You got it. He was also charging a fortune. Complying and then getting fed up with the whole thing is probably the riskiest position to be in today. Things could work out or they might not. In any event It is no longer a concern for me.
I don’t think he said the accountant told the bank That would be unethical. Not that this particular accountant was ethical. What he probably said was your bank is going to tell the IRS. Sounds like something moody’s would do. Still a dick and a good reason to fire him. He was putting his own interests above his client’s. Too bad JimA didn’t discover IBS beforehand.
Very disturbing that Andrew Sheer has decided not to renounce US citizenship. It seems to me he must be quite clueless as to the tax implications of being dual.
The US economy and impact from Covid 19 will be a very interesting situation. It indicates the poverty of their healthcare system and lack of public health funding as well. I also think that the virus may bring them down.
Maybe he doesn’t actually file US tax returns. It’s not like anything bad would happen if he didn’t, after all.
Wonder whether Andrew Sheer files US tax returns or not? Want if like Boris Johnson “he got stung by the IRS”? I’ve always thought that it’s not a good idea to be like an ostrich, with one’s head in the sand when it comes to the IRS and FINCEN. We’ll see what comes out on this one but in general better to protect oneself proactively when it comes to dealing with cross border thugs.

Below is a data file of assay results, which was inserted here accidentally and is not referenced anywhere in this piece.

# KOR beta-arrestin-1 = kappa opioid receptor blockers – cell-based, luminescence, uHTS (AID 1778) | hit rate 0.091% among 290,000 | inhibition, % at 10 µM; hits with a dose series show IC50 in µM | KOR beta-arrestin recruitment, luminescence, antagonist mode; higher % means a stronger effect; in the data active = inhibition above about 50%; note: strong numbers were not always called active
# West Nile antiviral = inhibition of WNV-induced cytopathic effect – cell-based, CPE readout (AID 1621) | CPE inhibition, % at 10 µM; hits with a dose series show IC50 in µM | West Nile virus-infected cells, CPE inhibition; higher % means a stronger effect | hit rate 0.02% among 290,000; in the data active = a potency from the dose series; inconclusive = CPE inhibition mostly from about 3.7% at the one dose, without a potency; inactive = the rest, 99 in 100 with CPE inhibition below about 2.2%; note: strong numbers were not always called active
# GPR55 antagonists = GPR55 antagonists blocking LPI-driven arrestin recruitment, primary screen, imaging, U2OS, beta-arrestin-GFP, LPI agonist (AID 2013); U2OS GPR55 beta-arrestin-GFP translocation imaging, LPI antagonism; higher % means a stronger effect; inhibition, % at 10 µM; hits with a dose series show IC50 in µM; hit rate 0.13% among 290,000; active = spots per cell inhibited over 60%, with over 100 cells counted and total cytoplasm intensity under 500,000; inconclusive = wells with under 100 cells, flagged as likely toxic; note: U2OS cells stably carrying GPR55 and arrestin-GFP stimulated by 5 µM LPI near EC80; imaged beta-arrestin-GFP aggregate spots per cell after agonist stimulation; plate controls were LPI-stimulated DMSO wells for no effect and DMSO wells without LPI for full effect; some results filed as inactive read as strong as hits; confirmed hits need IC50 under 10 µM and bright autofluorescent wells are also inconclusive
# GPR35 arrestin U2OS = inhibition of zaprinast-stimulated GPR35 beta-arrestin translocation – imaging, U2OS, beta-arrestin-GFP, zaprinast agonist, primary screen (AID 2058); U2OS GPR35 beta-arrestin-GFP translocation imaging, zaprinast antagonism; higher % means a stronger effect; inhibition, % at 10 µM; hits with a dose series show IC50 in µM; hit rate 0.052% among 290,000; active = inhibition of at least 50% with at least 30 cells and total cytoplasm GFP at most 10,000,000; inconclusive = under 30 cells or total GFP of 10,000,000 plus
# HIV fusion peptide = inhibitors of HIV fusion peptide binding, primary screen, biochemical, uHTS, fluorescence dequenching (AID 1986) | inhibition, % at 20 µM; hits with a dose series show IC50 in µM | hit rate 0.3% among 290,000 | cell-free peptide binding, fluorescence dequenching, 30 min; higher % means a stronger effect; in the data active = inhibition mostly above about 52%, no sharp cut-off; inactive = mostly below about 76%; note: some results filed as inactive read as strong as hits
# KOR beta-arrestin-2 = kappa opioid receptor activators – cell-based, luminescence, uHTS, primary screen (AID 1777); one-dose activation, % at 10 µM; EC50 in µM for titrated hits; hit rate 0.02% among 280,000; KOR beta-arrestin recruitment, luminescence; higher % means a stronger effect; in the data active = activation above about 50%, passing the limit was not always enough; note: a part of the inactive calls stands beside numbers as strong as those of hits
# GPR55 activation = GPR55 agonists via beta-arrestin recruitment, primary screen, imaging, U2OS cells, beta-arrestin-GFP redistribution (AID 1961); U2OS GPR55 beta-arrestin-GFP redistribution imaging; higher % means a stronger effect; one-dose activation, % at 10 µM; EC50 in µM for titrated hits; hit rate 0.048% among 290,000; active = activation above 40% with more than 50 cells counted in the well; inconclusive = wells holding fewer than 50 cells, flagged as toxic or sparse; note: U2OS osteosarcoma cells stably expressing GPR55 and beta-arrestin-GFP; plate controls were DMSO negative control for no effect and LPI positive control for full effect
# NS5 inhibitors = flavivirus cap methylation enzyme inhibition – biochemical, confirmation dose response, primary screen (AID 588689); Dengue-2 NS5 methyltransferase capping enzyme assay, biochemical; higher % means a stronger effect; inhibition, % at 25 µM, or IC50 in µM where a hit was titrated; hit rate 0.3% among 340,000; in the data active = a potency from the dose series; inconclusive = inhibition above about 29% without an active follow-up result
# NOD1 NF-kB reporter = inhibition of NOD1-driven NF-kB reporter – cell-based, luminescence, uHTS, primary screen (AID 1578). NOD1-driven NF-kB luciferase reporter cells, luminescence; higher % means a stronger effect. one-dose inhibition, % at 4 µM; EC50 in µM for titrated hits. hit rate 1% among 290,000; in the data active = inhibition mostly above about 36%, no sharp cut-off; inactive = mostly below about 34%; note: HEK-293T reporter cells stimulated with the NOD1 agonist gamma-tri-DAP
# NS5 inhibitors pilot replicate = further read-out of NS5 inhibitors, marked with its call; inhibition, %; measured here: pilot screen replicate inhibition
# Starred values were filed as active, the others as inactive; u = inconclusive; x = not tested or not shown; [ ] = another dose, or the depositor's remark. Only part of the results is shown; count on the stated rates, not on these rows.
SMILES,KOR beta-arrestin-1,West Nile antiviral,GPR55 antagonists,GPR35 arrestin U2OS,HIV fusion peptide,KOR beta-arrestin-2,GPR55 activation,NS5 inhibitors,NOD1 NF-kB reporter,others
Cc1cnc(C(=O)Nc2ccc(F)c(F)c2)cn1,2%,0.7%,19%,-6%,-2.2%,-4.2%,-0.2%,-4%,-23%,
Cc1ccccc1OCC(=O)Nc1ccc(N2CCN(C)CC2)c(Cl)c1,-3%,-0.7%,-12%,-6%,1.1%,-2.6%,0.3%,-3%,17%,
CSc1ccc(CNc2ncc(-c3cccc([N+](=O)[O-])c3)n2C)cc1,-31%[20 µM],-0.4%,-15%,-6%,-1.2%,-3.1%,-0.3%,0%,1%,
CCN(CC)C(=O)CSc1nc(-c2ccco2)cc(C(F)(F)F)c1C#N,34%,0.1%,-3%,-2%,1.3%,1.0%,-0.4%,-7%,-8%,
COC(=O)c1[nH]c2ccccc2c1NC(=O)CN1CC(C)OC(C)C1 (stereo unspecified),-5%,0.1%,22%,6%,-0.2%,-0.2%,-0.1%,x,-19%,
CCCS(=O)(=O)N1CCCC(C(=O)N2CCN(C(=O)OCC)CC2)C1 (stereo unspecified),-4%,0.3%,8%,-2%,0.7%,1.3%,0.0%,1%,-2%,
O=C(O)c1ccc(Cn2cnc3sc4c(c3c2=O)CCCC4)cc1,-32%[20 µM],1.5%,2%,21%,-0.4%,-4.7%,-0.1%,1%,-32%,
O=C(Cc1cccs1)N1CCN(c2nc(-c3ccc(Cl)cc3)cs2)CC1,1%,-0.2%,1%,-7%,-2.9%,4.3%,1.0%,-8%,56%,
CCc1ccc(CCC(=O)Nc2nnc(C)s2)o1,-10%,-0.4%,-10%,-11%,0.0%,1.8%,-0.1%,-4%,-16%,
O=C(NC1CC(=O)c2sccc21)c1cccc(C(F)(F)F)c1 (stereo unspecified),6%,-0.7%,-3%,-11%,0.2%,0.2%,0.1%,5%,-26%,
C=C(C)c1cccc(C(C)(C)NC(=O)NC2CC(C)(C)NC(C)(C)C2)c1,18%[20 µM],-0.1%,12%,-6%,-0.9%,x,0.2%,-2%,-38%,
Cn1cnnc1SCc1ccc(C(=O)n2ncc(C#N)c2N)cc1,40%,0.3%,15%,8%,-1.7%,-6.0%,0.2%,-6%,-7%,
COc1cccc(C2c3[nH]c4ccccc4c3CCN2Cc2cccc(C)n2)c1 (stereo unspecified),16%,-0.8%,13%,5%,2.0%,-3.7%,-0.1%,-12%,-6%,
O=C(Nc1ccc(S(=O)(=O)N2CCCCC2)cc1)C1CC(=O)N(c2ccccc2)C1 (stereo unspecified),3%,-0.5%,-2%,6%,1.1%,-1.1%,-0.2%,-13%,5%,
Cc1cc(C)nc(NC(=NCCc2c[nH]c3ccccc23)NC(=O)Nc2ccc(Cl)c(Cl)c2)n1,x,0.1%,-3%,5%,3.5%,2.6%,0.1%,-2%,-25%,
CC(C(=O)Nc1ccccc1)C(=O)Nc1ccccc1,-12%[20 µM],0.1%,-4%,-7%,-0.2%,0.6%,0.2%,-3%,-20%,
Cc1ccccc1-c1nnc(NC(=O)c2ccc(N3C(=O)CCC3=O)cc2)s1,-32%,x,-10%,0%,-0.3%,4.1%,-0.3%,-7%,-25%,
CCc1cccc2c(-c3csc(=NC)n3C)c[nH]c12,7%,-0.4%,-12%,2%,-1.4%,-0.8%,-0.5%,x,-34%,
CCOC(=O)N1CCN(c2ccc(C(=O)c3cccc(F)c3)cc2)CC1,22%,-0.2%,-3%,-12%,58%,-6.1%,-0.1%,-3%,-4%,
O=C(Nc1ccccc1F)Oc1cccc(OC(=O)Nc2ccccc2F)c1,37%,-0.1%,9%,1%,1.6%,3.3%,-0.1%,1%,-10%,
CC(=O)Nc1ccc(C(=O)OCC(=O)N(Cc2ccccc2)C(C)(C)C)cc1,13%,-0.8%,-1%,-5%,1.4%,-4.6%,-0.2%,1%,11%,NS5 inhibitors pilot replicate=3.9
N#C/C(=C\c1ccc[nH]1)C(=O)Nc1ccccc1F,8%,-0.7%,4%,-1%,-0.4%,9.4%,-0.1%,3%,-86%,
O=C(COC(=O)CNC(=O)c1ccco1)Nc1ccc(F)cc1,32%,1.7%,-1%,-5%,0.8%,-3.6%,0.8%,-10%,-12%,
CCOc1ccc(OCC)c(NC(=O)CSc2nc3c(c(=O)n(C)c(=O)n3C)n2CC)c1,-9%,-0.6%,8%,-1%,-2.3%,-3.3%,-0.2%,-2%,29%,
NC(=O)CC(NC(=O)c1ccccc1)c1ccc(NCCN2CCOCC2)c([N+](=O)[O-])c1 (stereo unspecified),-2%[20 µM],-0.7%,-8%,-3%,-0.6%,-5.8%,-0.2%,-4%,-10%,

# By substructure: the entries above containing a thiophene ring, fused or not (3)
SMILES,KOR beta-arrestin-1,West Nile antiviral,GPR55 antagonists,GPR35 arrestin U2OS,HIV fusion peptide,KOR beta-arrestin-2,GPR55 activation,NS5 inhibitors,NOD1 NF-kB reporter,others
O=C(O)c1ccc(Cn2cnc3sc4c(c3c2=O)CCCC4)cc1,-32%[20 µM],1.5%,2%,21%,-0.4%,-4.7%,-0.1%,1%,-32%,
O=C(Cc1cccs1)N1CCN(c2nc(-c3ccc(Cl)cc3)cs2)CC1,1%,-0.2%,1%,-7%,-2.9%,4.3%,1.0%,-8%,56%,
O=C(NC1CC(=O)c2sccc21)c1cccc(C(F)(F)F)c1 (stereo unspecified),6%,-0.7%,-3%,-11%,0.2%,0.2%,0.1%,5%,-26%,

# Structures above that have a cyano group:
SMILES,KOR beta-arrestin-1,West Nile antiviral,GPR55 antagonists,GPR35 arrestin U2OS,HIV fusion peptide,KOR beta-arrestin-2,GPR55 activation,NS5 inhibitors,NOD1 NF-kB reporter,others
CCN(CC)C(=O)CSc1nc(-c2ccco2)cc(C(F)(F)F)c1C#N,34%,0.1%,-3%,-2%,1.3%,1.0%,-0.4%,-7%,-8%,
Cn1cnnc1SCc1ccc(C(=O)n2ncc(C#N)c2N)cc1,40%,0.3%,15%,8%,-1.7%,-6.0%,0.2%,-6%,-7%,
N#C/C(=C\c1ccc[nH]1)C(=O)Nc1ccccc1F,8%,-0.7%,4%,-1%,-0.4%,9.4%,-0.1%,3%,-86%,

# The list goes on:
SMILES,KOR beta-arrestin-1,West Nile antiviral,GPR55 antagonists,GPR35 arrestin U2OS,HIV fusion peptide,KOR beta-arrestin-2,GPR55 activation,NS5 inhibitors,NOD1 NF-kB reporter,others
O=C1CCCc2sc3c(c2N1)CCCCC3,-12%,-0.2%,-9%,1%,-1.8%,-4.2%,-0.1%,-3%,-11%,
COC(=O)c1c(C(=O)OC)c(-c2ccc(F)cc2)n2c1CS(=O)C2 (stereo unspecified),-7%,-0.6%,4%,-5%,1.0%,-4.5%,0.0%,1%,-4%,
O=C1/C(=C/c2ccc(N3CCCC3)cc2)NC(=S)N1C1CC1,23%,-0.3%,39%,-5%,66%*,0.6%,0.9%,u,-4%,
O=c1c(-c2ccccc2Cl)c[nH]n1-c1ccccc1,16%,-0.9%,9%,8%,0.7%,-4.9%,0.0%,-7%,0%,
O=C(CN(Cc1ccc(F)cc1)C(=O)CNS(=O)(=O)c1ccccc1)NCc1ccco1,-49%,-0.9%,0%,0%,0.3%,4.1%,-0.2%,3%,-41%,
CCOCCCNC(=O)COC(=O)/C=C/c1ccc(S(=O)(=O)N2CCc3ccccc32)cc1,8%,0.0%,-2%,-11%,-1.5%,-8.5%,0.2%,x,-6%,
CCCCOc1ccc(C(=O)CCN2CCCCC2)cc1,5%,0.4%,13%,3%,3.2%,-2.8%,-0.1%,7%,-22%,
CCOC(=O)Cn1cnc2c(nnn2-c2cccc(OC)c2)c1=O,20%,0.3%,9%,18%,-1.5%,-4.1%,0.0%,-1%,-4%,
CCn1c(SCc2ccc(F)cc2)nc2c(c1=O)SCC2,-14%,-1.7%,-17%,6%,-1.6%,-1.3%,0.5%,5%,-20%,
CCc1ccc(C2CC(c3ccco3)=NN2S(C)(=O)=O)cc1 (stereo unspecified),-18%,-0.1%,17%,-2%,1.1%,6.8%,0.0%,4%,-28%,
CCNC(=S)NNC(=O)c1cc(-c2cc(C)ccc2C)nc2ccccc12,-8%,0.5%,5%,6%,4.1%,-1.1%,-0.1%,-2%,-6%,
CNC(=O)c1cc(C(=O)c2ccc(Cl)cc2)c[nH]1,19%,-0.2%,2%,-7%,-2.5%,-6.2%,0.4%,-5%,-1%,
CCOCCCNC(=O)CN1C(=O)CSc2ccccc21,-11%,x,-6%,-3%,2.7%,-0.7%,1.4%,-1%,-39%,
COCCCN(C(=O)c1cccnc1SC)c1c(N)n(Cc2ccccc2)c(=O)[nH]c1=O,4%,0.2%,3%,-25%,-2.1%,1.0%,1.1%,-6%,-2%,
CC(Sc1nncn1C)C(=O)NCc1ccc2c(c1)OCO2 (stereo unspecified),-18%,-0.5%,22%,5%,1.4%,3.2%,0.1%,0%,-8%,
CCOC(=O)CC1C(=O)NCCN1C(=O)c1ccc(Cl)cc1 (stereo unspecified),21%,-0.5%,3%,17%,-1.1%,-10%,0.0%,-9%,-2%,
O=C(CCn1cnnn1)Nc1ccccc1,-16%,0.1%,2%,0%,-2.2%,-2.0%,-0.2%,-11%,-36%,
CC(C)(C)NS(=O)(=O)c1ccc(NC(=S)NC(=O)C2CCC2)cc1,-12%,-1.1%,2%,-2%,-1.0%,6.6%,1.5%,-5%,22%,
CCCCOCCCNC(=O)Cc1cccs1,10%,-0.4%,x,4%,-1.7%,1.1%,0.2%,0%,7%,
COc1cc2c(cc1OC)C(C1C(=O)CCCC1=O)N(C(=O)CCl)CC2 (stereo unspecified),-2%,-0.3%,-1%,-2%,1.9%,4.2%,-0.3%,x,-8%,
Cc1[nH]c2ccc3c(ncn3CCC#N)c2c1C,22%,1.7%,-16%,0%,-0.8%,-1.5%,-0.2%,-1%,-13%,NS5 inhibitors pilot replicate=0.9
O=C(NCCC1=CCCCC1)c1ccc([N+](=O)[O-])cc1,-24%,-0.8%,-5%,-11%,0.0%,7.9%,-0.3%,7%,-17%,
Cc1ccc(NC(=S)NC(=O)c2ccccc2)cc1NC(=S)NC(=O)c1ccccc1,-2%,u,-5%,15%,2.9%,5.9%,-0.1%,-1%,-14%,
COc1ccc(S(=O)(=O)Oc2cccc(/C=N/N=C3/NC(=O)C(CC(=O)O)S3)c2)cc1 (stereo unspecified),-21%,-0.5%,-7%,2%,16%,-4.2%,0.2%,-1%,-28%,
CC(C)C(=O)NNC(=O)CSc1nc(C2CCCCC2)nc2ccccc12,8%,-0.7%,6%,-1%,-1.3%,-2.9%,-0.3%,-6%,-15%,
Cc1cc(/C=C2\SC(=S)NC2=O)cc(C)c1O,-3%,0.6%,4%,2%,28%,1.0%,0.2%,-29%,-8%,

Scheer claims he’d been filing but I wouldn’t be surprised if he hadn’t, he’s a shifty character.
People often assume that Boris “got stung” by the IRS. He did not. The likely story is this: Boris filed US tax returns for years because he had US income sources – speaking fees and book royalties. Then he sold his London house at great profit, and some time later his accountant presumably informed him that he owed the US a good chunk of capital gains tax. He was rightly annoyed and shot his mouth off about it in the press. (Added twist: he was mayor of London at the time and publicly complaining about the US embassy not paying diplomats’ parking fines.) He then renounced, and presumably payed some percentage of the US taxes owed.
The main point is, had Boris not been a public figure and not already been filing, particularly with US income, he would have been perfectly fine to ignore the IRS. Just as every other dual citizen with no US assets etc. is perfectly free to ignore the IRS and FATCA and all the rest of it. There are no “cross border thugs” – unless you mean the lawyers and accountants who will helpfully recommend compliance.
Of course Boris got stung. The fact some people could and should have ignored the bill is neither here nor there. I’m sure other people will also feel they have to pay, for whatever reason.
Boris stung himself. If he’d kept his mouth shut and known what he was doing – admittedly, both qualities he’s not known to possess – he could have renounced before selling the house, or simply failed to declare the capital gains while hurriedly renouncing. Main point being, the IRS didn’t “come after” him; he went on record complaining about a tax bill he could have easily avoided or evaded.